Can I reduce the wheel size to improve the comfort/ride on rough road surfaces and maintain safety and performance? I want to replace the 225/65R17’s that are factory specified with 225/75R15’s. thanks, gp
Going to a higher aspect ratio - the 75 part of the tire size - will compromise handling performance. At least you chose the right diameter tire. You will be compromising whatever safety Toyota built into the handling of this car by changing tire size but as long as the load and speed ratings match or exceed the factory tire, you should be OK. This is an SUV, not a corner-carving sports car.
The bigger question is; Will 15 inch wheels clear the brakes? Tire Rack offers a 16 inch winter tire package so that wheel size will fit but no 15 inch. You might have a tire and wheel store try and fit a 15 incher but the selection of good 15 inch tires are getting slim.
Switching to a 225/70/16 wheel and tire as an alternative would be very little improvement (if any) for quite a bit of money. I looked up your factory tire size and found little selection in that size so I can’t even recommend a better riding tire. Sorry.
The rough road ride is more the suspension setting , the tire and wheel size don’t have much effect on the comfort level . You will spend a lot of money for very little or zero results.
Of course you did not really say what you meant by rough road surfaces .
A gel cushion to sit on would me much more cost effective.
tirerack.com will suggest what wheels/tires will fit on your car once you enter all the data on it. If you can find them, steel wheels are a lot less expensive than alloys and probably weigh less, too. If so, the wheels become more compliant over uneven road surfaces. That plus the added cush of higher sidewalls will increase comfort, but with less cornering traction and precision.
As Mustingman said, the size of your brakes will determine the smallest diameter wheel that will fit.
You might see improvement if you had, say, 40 series tires. But 65 series is about as tall as most come now, and going to 75 won’t make much difference. Are they worn? Are they at the correct pressure?
The quick answer to the question is “Yes, in a vehicle that has only one set of brakes across all trims you can substitute the base trim’s wheel and tire combo for the higher trim’s taller wheels with lower profile tires.” Drive a base trim to see if it offers you the ride you want. Tire Rack and other providers often suggest this “minus-sizing” for winter wheel/tire combos. Having tested multiple trims of the same vehicle at media launch events, I have found that the base trims almost always offer the smoothest and most comfortable ride.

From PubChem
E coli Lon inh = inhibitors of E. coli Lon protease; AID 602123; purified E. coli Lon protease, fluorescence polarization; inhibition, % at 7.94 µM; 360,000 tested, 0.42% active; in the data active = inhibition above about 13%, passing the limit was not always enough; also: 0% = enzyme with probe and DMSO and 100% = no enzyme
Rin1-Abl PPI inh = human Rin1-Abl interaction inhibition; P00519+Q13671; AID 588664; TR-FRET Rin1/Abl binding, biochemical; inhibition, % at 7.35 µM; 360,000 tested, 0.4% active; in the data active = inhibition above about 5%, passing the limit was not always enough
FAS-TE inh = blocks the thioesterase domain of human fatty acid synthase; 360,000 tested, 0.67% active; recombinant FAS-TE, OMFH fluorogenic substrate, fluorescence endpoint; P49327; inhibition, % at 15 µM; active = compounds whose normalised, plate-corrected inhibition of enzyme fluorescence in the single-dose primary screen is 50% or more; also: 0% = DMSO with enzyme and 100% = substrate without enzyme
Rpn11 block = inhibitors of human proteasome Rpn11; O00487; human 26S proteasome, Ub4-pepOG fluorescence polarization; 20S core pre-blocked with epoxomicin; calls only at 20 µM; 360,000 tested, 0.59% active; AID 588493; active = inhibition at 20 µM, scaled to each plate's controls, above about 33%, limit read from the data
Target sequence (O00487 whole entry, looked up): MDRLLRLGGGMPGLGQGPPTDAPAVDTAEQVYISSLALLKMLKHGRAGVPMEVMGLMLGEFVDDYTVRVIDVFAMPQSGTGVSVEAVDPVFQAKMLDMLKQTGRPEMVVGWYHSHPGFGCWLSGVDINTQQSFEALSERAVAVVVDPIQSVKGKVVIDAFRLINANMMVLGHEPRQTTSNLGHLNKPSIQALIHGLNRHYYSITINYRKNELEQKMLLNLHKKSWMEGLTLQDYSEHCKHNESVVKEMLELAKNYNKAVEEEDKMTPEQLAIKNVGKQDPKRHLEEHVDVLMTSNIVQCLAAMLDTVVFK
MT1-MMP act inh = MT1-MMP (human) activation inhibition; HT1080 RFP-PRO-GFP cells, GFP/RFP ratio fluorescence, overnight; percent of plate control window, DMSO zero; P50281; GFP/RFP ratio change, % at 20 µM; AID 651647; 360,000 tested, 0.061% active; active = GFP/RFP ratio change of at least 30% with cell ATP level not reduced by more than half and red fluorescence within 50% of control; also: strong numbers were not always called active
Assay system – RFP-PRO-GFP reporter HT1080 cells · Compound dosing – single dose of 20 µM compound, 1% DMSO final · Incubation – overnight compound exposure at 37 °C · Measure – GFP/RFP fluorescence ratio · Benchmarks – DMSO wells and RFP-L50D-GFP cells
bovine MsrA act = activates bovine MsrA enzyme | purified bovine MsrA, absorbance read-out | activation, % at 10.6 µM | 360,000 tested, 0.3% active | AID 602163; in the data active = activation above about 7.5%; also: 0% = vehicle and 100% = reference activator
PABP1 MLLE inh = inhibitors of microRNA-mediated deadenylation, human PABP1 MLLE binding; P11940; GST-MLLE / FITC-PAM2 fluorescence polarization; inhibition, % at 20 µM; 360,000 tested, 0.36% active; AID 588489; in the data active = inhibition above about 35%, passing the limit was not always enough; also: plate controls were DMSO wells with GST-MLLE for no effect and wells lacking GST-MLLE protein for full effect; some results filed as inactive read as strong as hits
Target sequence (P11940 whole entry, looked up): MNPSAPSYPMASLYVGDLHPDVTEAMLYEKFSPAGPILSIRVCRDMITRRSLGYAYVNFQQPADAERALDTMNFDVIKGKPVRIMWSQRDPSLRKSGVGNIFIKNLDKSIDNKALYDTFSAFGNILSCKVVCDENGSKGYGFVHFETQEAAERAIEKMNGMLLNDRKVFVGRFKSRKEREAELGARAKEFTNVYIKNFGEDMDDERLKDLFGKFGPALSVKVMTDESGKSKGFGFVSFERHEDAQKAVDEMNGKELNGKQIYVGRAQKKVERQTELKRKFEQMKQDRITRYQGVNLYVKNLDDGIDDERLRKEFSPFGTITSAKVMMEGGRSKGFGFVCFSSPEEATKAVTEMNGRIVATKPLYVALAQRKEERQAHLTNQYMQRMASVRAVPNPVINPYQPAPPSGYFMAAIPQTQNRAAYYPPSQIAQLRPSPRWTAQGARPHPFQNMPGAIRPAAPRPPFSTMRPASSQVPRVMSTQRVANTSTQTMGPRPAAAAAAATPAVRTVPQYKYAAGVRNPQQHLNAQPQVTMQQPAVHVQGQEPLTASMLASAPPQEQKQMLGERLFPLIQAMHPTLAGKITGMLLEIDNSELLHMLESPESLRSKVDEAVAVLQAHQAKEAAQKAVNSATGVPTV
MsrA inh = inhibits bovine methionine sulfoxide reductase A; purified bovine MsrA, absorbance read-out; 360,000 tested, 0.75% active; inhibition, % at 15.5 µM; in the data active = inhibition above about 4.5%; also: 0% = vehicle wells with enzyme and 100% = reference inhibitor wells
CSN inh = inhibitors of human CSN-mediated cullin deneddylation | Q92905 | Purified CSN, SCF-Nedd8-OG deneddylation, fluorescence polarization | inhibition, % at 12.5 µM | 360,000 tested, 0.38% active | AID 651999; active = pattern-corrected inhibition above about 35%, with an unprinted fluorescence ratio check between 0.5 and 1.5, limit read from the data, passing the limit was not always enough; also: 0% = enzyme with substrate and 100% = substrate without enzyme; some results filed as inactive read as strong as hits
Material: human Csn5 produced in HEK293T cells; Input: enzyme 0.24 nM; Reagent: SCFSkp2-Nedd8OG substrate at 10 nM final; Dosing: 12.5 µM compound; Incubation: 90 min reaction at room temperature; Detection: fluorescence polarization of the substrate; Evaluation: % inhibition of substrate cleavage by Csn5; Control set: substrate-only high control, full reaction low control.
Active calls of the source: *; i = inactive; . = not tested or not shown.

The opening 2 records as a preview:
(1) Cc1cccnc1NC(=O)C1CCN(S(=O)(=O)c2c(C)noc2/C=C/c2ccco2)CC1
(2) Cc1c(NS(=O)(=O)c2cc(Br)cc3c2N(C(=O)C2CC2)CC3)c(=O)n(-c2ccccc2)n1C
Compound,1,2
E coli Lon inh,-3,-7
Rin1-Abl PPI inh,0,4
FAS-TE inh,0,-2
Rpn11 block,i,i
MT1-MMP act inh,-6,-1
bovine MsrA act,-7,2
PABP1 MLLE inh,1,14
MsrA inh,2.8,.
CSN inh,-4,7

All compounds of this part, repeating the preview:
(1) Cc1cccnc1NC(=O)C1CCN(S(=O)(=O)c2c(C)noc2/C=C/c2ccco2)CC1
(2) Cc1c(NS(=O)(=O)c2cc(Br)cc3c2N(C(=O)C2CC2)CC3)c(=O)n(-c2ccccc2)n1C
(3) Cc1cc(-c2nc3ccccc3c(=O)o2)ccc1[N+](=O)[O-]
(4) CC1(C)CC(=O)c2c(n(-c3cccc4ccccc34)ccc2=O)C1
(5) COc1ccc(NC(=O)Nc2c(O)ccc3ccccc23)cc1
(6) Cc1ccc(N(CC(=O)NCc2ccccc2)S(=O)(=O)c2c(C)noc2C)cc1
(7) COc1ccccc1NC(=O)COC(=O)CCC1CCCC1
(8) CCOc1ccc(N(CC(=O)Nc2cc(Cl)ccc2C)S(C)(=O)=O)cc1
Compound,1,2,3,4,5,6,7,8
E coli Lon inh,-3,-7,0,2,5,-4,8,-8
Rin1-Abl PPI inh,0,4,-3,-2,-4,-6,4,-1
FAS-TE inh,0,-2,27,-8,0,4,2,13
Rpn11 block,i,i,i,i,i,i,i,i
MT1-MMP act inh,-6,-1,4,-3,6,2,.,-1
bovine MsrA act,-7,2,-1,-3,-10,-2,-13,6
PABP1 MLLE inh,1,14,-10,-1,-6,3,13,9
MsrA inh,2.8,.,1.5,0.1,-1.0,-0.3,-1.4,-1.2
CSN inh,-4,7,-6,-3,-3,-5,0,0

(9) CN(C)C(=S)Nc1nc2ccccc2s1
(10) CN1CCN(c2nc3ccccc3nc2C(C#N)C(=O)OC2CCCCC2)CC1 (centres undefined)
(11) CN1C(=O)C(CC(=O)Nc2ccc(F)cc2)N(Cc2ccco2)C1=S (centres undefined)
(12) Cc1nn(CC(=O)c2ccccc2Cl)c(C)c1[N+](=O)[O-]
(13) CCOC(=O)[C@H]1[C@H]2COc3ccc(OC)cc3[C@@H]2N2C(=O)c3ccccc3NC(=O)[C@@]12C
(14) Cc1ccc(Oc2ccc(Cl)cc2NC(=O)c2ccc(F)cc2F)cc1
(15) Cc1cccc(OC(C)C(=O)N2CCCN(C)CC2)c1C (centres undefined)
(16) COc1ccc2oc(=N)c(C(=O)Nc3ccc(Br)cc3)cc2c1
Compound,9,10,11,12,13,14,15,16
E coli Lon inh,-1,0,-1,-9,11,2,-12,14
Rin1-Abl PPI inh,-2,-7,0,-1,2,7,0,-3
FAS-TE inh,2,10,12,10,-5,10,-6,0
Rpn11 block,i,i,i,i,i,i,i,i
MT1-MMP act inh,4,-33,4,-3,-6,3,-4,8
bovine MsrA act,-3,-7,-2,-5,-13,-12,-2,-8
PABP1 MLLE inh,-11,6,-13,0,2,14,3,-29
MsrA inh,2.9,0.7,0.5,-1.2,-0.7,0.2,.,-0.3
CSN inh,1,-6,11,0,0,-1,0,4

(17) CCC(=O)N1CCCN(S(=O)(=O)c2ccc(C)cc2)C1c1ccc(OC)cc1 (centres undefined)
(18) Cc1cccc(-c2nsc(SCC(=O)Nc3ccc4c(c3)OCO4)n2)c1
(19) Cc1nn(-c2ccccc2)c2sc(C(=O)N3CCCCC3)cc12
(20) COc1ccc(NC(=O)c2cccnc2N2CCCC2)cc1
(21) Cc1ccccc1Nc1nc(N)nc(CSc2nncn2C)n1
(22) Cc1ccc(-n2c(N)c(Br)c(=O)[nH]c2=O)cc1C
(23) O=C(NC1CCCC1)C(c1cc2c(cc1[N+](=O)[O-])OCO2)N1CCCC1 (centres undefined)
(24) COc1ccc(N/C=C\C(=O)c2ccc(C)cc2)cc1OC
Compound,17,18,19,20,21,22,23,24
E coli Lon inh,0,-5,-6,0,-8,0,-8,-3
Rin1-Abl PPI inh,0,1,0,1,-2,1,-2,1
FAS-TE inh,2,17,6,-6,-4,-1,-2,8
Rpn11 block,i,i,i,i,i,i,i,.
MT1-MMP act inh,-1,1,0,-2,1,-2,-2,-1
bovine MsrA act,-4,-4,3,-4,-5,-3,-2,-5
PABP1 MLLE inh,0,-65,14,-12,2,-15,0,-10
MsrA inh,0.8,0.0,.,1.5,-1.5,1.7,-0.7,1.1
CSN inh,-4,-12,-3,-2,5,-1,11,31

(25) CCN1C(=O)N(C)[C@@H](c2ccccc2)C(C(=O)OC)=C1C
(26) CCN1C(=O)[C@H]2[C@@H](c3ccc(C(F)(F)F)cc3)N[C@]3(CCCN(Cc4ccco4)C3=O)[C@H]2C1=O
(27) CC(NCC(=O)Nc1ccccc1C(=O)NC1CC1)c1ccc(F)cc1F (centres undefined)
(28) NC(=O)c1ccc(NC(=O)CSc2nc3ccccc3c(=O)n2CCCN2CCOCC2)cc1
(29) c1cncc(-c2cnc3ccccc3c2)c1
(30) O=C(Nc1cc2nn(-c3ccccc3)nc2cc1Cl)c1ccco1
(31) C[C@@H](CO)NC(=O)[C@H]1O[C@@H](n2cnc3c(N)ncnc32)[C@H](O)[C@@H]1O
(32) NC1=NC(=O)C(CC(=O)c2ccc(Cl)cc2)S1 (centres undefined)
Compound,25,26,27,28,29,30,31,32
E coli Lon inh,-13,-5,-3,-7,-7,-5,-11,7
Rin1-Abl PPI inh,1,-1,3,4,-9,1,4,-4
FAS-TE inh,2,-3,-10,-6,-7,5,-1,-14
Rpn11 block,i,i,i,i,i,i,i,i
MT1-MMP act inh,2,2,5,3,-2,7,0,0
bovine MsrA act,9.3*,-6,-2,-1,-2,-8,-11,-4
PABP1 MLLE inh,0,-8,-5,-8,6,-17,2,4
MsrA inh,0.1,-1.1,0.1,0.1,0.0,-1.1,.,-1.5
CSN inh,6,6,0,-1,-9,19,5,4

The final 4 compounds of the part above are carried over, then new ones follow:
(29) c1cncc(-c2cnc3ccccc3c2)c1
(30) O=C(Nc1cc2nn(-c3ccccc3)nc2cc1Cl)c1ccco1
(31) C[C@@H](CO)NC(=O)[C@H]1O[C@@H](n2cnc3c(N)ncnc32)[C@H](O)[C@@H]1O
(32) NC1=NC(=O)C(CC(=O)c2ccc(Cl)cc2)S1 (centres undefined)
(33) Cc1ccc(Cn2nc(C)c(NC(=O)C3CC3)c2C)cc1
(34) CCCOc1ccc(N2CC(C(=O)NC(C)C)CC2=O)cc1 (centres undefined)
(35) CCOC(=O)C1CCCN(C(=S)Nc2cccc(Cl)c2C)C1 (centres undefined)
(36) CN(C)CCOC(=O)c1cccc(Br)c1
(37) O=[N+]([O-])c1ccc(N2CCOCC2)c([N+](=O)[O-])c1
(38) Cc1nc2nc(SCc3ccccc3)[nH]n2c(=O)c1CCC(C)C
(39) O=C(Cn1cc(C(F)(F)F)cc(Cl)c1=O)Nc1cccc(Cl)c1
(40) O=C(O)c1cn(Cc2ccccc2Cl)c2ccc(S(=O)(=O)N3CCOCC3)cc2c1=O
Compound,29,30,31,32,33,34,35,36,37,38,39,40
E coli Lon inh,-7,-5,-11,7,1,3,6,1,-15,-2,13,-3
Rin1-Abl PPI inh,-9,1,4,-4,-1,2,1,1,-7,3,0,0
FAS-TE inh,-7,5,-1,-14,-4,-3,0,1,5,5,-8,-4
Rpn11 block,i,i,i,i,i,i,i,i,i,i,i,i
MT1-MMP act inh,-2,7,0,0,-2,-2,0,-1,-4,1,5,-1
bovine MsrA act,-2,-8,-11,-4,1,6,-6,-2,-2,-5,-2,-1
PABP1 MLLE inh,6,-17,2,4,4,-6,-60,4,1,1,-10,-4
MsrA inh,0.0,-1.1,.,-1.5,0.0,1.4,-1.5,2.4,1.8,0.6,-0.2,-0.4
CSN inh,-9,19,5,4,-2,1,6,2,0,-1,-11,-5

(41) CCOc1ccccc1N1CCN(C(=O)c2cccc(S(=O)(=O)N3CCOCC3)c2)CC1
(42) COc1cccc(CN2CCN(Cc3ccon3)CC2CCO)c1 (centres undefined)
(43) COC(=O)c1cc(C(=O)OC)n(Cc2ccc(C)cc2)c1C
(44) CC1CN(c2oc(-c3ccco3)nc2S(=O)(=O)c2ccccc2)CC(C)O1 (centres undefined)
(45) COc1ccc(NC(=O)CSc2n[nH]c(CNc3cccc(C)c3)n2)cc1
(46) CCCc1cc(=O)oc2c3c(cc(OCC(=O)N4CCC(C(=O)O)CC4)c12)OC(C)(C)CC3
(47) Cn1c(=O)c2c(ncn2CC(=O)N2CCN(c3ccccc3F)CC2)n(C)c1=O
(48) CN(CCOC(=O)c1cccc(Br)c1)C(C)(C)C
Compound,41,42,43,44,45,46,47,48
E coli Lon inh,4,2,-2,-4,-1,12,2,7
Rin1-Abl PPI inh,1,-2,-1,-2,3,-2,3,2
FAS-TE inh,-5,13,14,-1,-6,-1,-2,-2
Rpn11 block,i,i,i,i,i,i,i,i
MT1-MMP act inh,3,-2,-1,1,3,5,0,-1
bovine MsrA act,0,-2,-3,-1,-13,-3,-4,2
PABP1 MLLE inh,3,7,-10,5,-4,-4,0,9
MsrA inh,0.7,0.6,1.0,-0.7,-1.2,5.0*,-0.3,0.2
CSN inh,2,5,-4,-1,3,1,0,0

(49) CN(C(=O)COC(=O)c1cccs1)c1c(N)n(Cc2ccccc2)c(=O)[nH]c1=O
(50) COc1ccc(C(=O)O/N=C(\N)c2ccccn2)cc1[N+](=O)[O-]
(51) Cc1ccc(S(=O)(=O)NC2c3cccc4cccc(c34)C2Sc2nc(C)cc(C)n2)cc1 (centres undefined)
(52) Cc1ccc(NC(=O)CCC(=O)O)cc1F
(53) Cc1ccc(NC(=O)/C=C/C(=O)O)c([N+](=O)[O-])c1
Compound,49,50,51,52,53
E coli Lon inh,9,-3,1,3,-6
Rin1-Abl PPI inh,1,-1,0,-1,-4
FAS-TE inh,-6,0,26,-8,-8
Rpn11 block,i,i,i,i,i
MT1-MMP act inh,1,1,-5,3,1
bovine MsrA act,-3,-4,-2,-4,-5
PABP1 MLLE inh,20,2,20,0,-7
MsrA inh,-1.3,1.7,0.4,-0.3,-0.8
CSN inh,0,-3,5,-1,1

rav4 has different springs/shocks for base vs luxo model? tire aspect ratio and steel vs alloy construction are a minor portion of ride quality issue. would more side wall help on a non-base car? i think you would see even more difference between brands of tires that are known for soft feel vs stiff sidewall
Really? then why would anyone use alloy (aluminum and Mg alloys I assume) wheels? I thought they were used to reduce weight over steel alloy wheels.
Style. Conspicuous consumption.
I had the same question, too, until I read “Understanding Wheel Weight” in the book Honda/Acura Performance.
Short answer: the total weight of the wheel/tire package, and the fact that the wheel/tire package on alloy rims puts the center of mass farther from the axle, reduce the HP to the wheels, thus acceleration. That’s one reason, besides cost, that alloy wheels are often standard on the 6 cylinder version of a car, and steels on the 4.
That’s comparing smaller steel wheels + tires to larger alloy wheels + tires. For equal size wheel/tire combos quality alloys will be lighter.
Did you read the article? It compares wheel/tire combos that were within 0.01" rolling diameter of stock.
But 3" different in wheel size.
Yes. That’s the style these days: low profile, wide tires on big thick alloy rims. Overall heavier than the steel wheel/higher profile tire that the base models carry, or used to. Overall reduction in acceleration. Also less suppleness over road irregularities.
Does anyone have a car with alloy wheels that are the same size as stock steel wheels, with tires that are the same profile as the base tires? [Answer: hardly anyone.] If so, what is the weight difference?
Looking at Tire rack for Corolla wheels, for 15"x6" wheels the steels are about 2 lbs heavier than 15".6.5" alloys, for the 16" they’re 2-5 pounds heavier, each.
You’re right, the low profile tire fashion results in heavier tire/wheel combos. But for a given wheel size, alloys are lighter.
Gotta love tirerack! A bright spot in e-commerce. They are great on the phone, too.
Does anyone else wonder how many people actually buy alloy wheels the same size as the base model’s steel wheels?
i recall reading about hondas PAX wheels when they came out and the writer saying the extra weight of wheel inner reinforcement made honda use specialized shock valving and springs for those vans. and folks would replace the wheels after the tires wore out in 15k miles since you had to use specialized tires with a very odd rim diameter. like old ford TRX rims? was it 390mm?
PAX? TRX? More info, please!
Yes, I think the TRX wheels were 390 mm, at least one size. Michelin tried to introduce an entirely new standard for low profile wheel/tire sizing with TRX:
Different than PAX.